Be surprised to find out where NZ First’s support really comes from

While we’re waiting for Winston, and we’re sick of “experts” guessing what will happen next, it’s nice to see someone do some original work:

In the map above, the green colour represents polling places where party vote support for NZ First was below the national vote, and the purple indicates where it was above.

The first thing the map reveals is a clear urban-rural divide.

In the big cities, support for NZ First is generally below the country as a whole. However, support for NZ First is generally above average in the rural, more sparsely populated areas.

This is particularly the case in Northland and the Bay of Plenty, regions where leader Winston Peters has had a presence for periods of his career as an MP for Tauranga and, more recently, Northland.

In fact, almost one in five party votes for NZ First were cast in eight electorates in the Northland, Bay of Plenty or East Coast regions (including the Māori seats of Te Tai Tokerau and Waiariki).

They also won strong support in the Wairarapa, Waikato and Whanganui electorates.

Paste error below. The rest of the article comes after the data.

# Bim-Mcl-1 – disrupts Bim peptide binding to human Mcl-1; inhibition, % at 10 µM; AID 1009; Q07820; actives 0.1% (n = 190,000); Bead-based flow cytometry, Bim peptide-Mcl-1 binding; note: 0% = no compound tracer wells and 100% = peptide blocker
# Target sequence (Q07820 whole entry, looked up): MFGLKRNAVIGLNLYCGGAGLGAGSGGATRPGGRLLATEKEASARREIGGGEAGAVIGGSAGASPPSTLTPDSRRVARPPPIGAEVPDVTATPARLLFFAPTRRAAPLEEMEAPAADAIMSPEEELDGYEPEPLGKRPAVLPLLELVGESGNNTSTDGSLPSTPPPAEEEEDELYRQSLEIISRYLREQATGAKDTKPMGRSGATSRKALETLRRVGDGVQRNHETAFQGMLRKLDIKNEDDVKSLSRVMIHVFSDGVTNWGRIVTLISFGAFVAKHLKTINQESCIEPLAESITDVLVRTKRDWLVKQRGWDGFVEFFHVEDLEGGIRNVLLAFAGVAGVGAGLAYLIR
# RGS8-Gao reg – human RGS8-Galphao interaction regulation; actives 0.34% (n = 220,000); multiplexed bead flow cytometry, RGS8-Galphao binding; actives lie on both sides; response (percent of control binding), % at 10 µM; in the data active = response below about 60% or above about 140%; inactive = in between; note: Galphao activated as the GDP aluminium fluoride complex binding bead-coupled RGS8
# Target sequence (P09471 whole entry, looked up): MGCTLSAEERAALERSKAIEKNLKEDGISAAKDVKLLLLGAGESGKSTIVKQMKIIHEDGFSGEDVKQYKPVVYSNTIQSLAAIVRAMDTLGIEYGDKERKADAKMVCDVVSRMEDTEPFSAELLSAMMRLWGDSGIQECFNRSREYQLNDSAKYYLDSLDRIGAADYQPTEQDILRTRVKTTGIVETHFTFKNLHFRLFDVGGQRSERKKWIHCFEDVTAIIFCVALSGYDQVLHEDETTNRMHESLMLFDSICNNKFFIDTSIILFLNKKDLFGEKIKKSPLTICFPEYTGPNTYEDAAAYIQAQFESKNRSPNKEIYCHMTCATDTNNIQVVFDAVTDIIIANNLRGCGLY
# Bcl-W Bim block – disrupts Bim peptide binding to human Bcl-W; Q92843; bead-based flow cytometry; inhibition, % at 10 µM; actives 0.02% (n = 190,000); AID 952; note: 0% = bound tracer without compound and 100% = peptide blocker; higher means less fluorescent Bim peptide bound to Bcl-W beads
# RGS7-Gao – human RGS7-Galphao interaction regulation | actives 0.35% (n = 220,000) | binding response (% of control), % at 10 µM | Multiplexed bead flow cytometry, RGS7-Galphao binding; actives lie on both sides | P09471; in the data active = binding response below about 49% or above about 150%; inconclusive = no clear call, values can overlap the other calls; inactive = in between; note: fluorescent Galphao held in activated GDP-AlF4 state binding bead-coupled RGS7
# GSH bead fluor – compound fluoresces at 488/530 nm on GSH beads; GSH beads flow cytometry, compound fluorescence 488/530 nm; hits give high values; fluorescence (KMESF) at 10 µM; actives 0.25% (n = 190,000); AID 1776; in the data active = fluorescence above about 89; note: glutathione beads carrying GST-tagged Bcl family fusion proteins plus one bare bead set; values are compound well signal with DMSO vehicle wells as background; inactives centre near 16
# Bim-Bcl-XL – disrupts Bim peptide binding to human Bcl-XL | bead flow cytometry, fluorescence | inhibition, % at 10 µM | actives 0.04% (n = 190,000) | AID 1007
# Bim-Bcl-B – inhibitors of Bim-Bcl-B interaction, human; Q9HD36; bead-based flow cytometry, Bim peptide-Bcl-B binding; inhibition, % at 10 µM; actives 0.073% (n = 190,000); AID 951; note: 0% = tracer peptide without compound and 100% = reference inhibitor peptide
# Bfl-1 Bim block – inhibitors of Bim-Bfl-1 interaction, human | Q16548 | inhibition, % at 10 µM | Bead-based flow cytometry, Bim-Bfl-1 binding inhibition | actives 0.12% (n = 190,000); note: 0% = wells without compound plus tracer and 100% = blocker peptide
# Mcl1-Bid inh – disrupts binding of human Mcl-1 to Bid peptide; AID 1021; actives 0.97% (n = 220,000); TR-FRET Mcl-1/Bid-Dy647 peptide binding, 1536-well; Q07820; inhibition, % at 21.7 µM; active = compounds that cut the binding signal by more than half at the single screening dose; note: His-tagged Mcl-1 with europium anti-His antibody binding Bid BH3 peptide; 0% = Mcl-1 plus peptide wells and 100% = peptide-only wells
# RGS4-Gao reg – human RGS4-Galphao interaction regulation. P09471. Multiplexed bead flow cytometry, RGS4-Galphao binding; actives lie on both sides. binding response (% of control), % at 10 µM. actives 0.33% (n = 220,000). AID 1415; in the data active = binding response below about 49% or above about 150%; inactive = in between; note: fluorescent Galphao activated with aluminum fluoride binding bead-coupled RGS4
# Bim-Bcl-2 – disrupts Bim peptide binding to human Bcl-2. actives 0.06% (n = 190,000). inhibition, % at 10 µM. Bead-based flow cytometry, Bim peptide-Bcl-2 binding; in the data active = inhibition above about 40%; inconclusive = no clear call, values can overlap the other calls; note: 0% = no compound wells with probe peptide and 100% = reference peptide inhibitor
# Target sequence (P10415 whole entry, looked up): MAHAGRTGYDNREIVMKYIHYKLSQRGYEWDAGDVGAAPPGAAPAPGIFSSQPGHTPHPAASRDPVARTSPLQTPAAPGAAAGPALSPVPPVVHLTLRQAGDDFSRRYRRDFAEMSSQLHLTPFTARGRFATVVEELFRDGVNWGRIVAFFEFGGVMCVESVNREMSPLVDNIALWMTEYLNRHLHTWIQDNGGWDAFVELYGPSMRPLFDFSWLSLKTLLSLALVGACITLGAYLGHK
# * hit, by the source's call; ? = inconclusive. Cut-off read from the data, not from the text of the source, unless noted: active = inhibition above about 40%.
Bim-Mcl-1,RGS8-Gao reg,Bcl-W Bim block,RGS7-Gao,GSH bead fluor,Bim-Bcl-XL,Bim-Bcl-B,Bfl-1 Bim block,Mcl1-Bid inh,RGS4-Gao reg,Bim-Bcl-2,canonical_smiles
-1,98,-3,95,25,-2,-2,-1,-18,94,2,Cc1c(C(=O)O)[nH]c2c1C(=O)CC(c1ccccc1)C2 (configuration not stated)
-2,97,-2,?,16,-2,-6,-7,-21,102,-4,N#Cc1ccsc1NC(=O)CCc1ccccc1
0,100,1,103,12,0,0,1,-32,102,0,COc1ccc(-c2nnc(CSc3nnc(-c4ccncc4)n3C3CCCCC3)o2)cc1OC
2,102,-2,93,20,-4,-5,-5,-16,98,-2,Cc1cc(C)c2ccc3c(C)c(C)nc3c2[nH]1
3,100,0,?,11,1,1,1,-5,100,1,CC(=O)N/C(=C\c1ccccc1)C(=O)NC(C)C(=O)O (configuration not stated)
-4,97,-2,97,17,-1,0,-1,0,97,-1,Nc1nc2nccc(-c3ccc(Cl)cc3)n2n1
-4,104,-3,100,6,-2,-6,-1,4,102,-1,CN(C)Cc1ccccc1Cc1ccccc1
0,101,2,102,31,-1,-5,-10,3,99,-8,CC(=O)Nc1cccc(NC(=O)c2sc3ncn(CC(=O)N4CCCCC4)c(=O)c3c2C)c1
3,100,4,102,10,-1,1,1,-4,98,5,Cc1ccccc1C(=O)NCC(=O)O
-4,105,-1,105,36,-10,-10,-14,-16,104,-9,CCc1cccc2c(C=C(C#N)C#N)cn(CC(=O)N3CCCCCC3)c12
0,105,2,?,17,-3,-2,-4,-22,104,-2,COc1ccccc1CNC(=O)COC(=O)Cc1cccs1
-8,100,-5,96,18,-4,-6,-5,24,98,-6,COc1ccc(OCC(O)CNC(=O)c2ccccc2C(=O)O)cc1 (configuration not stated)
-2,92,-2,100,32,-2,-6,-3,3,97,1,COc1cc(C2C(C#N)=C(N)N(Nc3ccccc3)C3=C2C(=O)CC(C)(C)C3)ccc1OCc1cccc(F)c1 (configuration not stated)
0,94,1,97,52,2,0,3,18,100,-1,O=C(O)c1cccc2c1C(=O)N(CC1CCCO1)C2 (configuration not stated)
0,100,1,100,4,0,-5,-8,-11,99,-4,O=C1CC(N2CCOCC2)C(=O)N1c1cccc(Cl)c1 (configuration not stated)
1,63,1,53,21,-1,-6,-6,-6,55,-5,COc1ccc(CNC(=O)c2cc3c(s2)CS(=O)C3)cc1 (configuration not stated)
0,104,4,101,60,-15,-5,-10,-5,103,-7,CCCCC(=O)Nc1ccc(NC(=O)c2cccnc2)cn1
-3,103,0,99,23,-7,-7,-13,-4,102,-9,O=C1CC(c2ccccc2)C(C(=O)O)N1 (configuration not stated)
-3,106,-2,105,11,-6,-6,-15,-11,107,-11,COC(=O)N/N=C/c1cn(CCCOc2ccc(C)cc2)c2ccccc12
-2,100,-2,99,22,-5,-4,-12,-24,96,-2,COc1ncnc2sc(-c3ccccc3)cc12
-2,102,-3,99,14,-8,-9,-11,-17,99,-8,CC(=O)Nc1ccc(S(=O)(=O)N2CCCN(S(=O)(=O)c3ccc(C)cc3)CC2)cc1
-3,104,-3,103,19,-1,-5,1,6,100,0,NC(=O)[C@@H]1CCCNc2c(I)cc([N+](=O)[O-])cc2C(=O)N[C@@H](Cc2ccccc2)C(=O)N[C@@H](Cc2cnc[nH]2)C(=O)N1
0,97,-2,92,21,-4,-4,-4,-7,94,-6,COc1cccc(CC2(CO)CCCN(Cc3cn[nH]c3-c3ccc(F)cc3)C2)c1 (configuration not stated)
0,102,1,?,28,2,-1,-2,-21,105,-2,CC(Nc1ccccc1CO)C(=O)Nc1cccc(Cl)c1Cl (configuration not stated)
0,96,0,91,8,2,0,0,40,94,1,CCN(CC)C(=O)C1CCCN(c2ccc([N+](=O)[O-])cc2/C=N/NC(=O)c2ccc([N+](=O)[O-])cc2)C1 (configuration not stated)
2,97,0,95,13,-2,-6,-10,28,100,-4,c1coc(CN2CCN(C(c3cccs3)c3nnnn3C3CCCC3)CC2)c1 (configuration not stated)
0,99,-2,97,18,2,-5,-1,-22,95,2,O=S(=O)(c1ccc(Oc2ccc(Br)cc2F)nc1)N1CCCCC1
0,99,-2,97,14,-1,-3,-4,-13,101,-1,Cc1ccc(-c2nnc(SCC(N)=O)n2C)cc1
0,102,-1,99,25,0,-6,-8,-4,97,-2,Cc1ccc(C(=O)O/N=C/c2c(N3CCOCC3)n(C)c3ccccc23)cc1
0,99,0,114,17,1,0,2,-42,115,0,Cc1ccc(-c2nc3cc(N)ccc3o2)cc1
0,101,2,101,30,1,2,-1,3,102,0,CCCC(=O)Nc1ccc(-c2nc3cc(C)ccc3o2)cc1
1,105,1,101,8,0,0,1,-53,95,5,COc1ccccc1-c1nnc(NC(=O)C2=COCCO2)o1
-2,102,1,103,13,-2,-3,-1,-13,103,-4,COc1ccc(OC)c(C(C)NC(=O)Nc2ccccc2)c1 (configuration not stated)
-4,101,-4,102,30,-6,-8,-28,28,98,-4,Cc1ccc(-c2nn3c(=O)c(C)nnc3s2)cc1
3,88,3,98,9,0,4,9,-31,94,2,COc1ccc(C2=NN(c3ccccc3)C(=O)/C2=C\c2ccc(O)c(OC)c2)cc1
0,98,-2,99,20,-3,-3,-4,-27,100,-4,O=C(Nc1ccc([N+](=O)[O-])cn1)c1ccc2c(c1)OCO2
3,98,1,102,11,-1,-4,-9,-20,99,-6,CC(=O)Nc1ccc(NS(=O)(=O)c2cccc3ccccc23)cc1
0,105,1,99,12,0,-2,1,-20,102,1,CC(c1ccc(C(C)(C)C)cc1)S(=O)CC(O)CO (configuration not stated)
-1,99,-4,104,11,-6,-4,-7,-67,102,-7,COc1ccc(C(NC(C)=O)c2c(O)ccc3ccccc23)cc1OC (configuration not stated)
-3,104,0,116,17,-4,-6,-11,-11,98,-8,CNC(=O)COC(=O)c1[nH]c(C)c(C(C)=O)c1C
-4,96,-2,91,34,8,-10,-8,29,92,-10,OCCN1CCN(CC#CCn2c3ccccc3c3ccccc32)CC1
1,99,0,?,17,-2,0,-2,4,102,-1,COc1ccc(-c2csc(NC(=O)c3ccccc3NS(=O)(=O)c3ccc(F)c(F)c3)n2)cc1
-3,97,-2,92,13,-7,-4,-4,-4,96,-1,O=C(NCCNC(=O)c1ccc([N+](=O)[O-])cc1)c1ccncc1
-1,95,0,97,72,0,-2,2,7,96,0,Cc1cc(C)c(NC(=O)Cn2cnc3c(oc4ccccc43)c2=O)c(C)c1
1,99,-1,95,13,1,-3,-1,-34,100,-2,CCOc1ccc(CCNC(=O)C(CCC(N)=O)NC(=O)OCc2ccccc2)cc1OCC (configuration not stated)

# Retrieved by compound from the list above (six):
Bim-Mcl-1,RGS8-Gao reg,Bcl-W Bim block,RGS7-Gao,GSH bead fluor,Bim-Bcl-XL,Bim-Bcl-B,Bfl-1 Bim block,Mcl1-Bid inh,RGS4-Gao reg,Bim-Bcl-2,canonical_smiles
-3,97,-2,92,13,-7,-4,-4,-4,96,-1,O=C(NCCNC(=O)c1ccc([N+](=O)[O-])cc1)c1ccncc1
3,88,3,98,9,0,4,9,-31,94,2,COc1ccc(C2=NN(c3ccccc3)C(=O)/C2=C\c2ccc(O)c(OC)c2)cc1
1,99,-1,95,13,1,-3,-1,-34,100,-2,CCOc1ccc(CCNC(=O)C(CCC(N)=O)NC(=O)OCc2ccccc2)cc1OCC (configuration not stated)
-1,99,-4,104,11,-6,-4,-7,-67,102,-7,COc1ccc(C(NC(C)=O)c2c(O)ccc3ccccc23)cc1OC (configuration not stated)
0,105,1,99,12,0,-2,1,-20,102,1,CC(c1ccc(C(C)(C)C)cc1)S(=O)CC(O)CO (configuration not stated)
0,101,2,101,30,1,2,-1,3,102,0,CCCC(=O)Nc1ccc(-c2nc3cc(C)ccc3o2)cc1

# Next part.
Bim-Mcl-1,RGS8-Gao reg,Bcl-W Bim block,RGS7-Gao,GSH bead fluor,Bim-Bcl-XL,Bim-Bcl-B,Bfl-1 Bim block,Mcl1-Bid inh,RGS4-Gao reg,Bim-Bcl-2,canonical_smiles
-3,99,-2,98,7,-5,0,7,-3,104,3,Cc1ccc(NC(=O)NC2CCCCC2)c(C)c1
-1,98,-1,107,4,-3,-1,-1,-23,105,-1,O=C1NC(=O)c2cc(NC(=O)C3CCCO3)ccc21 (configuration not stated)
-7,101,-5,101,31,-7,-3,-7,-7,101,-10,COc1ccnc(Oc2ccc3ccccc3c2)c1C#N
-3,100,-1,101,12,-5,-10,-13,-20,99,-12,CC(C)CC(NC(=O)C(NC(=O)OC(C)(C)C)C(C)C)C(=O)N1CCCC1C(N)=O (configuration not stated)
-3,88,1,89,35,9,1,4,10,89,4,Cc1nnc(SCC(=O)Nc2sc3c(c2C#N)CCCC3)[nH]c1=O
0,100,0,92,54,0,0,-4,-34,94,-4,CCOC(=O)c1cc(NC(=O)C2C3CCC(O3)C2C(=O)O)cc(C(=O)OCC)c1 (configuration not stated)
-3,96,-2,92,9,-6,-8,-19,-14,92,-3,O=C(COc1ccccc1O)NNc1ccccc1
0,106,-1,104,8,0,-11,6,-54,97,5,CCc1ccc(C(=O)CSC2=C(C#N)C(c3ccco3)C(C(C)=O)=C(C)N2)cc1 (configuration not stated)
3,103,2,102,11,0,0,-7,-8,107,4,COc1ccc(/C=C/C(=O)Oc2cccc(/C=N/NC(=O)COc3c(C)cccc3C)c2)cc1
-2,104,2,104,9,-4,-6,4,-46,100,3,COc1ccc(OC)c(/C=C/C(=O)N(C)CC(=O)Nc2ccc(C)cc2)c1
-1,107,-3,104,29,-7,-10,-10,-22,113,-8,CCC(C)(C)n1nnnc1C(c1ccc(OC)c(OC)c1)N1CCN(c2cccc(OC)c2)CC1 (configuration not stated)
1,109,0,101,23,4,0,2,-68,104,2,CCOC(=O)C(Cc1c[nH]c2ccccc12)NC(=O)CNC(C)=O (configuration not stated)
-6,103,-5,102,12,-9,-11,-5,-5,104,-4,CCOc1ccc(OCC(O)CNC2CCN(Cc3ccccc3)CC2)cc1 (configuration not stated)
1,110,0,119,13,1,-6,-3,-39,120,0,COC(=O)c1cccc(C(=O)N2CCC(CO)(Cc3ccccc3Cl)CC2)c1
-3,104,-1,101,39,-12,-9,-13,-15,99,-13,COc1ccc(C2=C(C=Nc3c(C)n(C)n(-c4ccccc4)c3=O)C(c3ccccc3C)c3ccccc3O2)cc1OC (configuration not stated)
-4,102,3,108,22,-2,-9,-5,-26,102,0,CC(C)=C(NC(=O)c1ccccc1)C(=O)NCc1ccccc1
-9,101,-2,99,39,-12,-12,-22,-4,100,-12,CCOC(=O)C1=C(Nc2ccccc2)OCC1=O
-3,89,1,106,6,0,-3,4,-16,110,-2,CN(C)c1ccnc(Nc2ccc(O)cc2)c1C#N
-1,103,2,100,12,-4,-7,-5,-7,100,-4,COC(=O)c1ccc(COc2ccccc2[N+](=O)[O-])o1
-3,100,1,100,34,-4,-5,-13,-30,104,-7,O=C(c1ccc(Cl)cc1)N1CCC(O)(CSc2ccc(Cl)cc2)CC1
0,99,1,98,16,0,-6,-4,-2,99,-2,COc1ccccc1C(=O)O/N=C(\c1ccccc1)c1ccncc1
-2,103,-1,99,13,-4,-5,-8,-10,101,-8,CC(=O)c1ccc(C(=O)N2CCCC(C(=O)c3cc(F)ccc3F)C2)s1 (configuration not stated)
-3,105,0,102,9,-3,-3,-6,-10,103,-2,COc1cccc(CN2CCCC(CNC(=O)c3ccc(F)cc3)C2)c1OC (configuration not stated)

NZ First continues to enjoy above average support in most of the Māori seats, which is perhaps surprising given the party’s desire to hold a national referendum on their existence.

To overuse the obvious:  it’s a strong sense of tribalism.

People in places where support for NZ First is above the national average are less likely to have attended university, more likely to have been born in New Zealand, more likely to be Māori and have lower household incomes, on average.

These traits are not necessarily the reason for stronger support for NZ First – correlation does not equal causation.

It may be that their policies appeal to the concerns of voters outside of the main centres and the demographic factors are incidental.

There is little evidence that age is a factor in support for NZ First, despite the widely held belief that the bedrock of their support is with the elderly.

What the article didn’t correlate is that NZ First are strong in electorates where National is strong.  Once you know that…

 

– Andy Fyers, Stuff


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As much at home writing editorials as being the subject of them, Cam has won awards, including the Canon Media Award for his work on the Len Brown/Bevan Chuang story. When he’s not creating the news, he tends to be in it, with protagonists using the courts, media and social media to deliver financial as well as death threats.

They say that news is something that someone, somewhere, wants kept quiet. Cam Slater doesn’t do quiet and, as a result, he is a polarising, controversial but highly effective journalist who takes no prisoners.

He is fearless in his pursuit of a story.

Love him or loathe him, you can’t ignore him.

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